Alter(n) im transnationalen Raum
(Re-)Migrationsprozesse zwischen Mexiko und den USA
Foto: Franziska Bedorf
This research project addresses the decision of migrants whether to return to their country of origin or to stay in their host country upon retirement. Although our study focuses on the case of Mexican migrants in the city of Chicago, United States, the research seeks to shed light on a topic of global importance and to present a basis for comparison for similar patterns of migration in Western European countries, such as Germany.
The dimension of migration from Mexico to the United States has increased significantly since the 1960s, and more and more Mexicans settled permanently or for longer periods in their neighbouring country. A significant consequence of this movement starts becoming apparent: the first generation of migrants from this period is approaching retirement age. People who decided to leave Mexico in the 1960s/1970s to settle permanently or for longer periods in the United States are in their sixties and seventies now and may be thinking about exiting the working life. This process brings about a number of changes in the status and roles of a person. New opportunities and freedoms emerge as well as new challenges. Among others things the question of where to settle down when work as the binding factor vanishes becomes crucial. On what grounds does a person now choose where to live at this stage of his or her life? What are the factors influencing somebody’s decision of where to settle down? Is it mostly one’s legal status, one’s economic situation, one’s family and friends, one’s cultural norms and values, the system of health care and social security one has access to?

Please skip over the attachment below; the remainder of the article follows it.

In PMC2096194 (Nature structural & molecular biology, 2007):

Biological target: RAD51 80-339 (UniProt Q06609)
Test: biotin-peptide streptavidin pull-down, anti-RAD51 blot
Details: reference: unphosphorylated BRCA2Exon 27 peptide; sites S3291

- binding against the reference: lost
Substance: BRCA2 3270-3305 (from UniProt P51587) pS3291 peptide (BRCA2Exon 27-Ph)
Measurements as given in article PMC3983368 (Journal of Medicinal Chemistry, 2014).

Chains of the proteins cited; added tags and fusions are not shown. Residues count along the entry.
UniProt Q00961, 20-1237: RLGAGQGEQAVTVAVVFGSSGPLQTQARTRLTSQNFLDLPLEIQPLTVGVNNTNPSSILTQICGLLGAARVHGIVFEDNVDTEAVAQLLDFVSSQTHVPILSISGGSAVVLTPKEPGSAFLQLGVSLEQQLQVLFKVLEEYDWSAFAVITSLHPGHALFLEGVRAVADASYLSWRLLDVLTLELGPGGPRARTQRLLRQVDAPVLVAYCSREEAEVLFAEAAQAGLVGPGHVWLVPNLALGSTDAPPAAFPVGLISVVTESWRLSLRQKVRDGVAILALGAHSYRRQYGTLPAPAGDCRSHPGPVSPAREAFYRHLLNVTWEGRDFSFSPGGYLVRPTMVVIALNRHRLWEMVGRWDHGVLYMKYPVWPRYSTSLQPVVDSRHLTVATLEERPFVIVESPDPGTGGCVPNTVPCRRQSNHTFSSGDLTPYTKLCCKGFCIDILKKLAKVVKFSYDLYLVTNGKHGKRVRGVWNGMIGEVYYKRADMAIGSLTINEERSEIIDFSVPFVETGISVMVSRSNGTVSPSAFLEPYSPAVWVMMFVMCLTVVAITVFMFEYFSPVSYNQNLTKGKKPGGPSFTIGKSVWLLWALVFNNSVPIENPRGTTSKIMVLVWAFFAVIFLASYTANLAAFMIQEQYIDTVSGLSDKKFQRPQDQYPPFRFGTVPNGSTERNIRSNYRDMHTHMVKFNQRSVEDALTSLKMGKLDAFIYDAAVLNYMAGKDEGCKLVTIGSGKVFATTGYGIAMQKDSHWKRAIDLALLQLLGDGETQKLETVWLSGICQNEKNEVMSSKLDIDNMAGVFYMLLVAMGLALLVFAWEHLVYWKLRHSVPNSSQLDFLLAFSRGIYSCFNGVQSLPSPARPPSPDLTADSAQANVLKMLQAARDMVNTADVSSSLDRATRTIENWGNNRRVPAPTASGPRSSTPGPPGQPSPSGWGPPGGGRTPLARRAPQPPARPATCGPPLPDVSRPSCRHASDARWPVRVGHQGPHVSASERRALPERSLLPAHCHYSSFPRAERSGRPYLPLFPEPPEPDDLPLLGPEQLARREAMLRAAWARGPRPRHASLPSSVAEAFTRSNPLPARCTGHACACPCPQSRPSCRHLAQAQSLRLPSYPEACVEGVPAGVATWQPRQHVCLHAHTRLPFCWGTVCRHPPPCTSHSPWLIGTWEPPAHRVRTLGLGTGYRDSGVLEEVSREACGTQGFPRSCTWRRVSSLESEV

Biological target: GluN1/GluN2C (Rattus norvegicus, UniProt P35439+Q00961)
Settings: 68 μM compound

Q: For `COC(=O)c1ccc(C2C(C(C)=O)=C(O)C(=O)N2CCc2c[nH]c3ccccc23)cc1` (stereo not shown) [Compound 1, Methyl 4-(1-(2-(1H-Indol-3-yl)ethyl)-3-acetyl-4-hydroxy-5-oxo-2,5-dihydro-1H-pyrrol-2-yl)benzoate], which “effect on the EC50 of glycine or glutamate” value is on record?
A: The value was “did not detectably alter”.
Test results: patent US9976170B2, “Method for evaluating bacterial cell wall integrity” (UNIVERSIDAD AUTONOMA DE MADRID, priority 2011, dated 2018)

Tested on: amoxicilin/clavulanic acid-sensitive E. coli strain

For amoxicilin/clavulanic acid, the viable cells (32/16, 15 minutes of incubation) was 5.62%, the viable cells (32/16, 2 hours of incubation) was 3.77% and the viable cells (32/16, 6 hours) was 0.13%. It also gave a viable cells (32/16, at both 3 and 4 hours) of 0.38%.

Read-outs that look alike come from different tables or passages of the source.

In our research we want to address the phenomenon described above by examining the case of elderly Mexican migrants in Chicago, IL. The aim of the study is twofold: First, we seek to answer the question where Mexican migrants in the USA choose to live upon retiring from working. Do they remigrate to Mexico? Do they stay in the U.S.A.? Or do they “commute” between the two countries, embodying a transnational lifestyle? Secondly, we want to explore the reasons for this choice and analyze which factors are pivotal for the settlement decision.
We assume that a migrant’s settlement decision after exiting the active workforce depends on this person’s belonging. One’s belonging in turn is constituted by a network of interlinked factors, which are on the one hand shaped by the structural level of society, such as its laws, its economy, its political, social and religious organisation and its cultural models, creating certain limitations and opportunities for every actor. On the other hand, people also engage actively with this structural framework, negotiating and changing its limits and seizing its opportunities in different ways. This interplay of given structural conditions and constant individual negotiations generates the social networks, economic and legal status, cognitive-cultural orientation, political inclination and religious attitude of a person, which altogether form a person’s belonging.